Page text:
kiloM Y Alam’s new book Kilo is a complex moral tale. It is the story of a young man – Khalil Khan – whose life is shattered by a violent attack. The incident turned Khalil – a law abiding young man – into Kilo who cuts his way through the underworld of Bradford streets. But the more Kilo succeeds in his life of crime the stronger the pull of his original values become. In the end he has to make a choice, sometimes it is necessary to do bad things.

M Y Alam was born and lives in Bradford. His is a unique take on both the nature of multicultural cities and the experience British born Pakistanis. He cites as his main influences Muhammad Ali, George Best, Hip Hop music and American gangster movies but not necessarily in that order. In the summer of 2002 he spoke to Les Back from Goldsmiths College Centre for Urban and Community Research about his new novel, the ‘riots’ of 2001 and the influence of Bradford on his work.

Les Back: Your new novel – Kilo – tells a complicated moral story through one character, could you say something about him?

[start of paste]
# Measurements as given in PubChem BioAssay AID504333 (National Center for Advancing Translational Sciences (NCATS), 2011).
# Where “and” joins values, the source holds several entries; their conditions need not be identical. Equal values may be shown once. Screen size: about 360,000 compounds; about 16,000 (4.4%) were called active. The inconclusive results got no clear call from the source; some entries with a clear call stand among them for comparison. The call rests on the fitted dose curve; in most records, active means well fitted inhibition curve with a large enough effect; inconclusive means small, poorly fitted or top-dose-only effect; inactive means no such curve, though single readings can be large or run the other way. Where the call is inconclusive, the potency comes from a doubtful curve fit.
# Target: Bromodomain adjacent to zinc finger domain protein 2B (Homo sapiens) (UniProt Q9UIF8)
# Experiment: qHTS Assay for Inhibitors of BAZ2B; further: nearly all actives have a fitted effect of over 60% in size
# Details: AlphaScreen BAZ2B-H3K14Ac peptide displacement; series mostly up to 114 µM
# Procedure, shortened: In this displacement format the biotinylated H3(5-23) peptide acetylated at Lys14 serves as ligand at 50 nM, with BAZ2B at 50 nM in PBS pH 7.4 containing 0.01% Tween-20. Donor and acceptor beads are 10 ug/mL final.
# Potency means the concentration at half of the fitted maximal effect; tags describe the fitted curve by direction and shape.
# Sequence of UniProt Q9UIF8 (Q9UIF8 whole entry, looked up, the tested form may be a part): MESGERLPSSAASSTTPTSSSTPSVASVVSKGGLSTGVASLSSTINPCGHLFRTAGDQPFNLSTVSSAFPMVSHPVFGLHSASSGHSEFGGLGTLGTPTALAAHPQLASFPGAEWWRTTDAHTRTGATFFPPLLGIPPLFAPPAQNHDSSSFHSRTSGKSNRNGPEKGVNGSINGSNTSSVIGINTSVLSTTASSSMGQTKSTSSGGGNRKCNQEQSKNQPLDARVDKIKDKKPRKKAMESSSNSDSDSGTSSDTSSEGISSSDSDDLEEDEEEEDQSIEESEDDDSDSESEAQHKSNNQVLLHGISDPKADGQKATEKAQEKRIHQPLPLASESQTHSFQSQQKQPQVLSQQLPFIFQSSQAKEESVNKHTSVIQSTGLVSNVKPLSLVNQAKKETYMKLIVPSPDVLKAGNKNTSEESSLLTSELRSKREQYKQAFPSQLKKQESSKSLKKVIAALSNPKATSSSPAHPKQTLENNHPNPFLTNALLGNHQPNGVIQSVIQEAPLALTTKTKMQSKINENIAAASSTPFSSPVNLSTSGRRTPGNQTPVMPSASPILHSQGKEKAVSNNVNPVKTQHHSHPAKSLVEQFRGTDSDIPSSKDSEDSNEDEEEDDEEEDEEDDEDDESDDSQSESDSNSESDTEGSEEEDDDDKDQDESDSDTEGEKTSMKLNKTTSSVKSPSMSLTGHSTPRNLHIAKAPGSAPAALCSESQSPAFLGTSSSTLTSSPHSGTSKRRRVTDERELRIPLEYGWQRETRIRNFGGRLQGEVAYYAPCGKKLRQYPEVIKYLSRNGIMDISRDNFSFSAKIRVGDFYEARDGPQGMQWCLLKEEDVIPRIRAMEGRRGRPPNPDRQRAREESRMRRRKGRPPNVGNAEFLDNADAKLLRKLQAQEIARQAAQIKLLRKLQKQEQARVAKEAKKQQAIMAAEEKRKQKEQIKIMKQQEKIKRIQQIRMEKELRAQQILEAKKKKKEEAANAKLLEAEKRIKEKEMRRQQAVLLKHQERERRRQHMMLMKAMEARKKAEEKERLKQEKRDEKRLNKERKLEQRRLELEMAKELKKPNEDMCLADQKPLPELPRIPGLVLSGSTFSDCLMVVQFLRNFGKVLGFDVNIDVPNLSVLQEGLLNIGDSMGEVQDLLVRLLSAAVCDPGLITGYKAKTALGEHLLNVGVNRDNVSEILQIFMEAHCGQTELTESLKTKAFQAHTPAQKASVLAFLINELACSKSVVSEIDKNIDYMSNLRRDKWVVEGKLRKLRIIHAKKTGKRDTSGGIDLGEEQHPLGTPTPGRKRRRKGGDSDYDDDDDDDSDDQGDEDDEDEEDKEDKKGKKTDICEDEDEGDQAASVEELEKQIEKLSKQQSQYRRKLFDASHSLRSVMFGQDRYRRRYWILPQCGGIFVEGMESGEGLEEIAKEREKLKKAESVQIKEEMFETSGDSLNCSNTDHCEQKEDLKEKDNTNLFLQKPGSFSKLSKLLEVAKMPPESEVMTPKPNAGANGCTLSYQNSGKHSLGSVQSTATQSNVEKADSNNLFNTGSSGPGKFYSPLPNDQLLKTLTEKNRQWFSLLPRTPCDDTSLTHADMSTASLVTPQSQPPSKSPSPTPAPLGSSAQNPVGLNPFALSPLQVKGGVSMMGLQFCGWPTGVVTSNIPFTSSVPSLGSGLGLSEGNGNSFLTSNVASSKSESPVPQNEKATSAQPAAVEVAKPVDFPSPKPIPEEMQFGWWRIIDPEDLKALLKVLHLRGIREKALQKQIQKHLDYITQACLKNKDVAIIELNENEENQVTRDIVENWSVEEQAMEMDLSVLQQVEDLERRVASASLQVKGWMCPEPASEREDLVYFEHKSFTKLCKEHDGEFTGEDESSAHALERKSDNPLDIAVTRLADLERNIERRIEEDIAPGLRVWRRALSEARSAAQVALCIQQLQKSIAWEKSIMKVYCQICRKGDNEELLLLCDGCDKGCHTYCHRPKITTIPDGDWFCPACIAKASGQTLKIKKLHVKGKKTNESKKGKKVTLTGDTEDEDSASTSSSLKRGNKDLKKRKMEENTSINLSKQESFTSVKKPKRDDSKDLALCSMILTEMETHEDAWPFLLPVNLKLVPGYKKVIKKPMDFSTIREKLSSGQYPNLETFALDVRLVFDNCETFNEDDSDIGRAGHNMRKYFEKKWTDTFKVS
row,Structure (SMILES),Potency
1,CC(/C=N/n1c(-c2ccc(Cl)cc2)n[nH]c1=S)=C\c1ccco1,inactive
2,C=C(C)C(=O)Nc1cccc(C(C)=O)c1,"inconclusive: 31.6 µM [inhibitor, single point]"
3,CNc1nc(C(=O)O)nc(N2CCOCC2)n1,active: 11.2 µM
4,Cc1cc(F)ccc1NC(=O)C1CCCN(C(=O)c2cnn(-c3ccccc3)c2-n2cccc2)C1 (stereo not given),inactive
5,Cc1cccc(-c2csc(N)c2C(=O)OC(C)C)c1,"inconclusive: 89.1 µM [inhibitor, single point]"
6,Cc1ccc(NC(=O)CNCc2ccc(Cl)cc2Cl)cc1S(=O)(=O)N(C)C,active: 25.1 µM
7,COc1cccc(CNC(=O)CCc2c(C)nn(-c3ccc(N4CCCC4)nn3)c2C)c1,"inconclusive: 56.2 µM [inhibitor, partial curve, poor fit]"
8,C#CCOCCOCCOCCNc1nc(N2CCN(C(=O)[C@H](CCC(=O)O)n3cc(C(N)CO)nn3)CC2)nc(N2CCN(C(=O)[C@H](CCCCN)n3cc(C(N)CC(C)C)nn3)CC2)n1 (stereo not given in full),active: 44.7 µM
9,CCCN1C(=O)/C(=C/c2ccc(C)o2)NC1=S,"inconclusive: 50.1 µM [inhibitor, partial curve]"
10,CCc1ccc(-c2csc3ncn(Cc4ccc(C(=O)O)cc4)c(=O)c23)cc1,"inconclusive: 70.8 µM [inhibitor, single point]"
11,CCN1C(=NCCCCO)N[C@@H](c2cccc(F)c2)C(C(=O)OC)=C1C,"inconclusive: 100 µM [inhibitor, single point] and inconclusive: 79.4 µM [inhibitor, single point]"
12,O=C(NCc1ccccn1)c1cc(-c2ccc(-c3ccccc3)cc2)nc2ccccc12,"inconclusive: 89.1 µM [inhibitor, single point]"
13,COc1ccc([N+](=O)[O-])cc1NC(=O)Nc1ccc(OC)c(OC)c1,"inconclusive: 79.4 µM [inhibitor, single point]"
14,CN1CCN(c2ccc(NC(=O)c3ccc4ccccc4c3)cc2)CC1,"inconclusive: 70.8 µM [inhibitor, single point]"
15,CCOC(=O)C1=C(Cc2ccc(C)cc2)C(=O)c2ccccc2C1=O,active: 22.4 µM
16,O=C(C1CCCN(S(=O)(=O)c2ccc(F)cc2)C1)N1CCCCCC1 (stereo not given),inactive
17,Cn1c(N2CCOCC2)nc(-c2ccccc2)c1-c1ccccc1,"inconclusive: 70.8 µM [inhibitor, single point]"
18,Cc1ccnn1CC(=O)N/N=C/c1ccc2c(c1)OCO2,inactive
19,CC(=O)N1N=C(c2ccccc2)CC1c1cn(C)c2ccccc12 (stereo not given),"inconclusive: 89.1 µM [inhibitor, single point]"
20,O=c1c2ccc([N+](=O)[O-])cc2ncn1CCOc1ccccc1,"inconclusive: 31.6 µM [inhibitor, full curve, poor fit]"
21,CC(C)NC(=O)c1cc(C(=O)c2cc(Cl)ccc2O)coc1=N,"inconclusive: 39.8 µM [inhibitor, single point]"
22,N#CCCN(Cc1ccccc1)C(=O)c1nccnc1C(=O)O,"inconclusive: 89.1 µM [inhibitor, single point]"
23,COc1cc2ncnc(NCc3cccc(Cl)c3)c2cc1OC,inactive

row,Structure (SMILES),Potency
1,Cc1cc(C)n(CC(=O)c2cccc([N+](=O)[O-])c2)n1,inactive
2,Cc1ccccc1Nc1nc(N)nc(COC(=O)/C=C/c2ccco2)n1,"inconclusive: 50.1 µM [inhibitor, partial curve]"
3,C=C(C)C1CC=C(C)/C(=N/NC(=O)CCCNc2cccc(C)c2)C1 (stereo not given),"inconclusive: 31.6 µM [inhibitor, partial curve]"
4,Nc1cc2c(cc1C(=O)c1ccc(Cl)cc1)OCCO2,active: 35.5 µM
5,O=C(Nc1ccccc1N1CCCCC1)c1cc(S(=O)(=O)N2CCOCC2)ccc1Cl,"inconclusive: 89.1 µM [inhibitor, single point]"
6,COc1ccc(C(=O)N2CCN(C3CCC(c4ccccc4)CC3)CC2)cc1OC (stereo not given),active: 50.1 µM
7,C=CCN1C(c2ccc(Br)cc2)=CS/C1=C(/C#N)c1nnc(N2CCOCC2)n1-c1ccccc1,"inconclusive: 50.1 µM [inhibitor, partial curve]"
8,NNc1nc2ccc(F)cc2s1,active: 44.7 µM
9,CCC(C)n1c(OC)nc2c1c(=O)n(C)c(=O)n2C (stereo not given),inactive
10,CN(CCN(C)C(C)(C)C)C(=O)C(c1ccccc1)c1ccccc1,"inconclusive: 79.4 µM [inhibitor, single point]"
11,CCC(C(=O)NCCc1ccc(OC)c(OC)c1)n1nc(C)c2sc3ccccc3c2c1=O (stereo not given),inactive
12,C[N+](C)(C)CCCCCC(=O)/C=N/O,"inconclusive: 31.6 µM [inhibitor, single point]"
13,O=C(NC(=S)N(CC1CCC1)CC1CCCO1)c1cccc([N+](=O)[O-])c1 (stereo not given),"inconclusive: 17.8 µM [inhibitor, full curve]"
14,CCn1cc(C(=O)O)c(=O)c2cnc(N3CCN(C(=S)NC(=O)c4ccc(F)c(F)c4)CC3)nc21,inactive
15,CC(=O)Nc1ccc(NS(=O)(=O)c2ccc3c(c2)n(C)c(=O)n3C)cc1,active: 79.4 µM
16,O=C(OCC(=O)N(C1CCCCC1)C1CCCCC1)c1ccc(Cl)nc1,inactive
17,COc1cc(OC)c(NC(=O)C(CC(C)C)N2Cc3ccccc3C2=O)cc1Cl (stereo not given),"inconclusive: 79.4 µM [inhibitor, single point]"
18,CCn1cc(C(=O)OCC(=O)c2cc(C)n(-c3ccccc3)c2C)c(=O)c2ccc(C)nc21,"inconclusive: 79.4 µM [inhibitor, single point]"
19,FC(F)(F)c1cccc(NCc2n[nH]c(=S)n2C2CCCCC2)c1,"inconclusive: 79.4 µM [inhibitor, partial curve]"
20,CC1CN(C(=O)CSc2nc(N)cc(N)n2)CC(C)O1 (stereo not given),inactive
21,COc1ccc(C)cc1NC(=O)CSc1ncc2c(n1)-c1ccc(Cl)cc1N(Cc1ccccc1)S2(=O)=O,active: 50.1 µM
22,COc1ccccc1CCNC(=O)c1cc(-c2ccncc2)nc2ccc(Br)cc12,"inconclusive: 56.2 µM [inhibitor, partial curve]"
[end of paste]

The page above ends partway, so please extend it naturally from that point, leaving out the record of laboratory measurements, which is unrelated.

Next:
M Y Alam: Yes, at one level this is about a drug dealer [Kilo]. But every time you see or even think about a drug dealer, there’s an instant effect where all these levers and switches start operating in your head. As a result, you make a judgement which itself depends on that instant impression of what that person is, what that person means. And what it means to be a drug dealer is somebody who, in Kilo’s words, is a purveyor of death and all that sort of thing. But Kilo, I think, is much more complicated than that. And that’s not to say that I’m really out to condone drug dealers, but I do think well hang on a second – surely drug dealers can’t be the two dimensional and simple entities we might believe them to be. I’m not trying to push the idea that all drug dealers have got this little tale of woe – this weight around their necks, but I do think we need to explore the motivations behind certain kinds of behaviour. There are no pathologies which fit the biographies of people who deal drugs but even so, I think the sad thing is that more and more drug dealers are just careerists. Whether that’s a reflection on them – as individuals – or a reflection on the way society is, isĀ something else but again, even that needs some consideration and that’s what I tried to do, at one level. So with Kilo, it’s me saying this is a drug dealer but he’s a good person. Morally he’s a very good person: he’s more moral than I’d ever be. But he sells drugs. Again that’s just one level, one take, one perspective on it.

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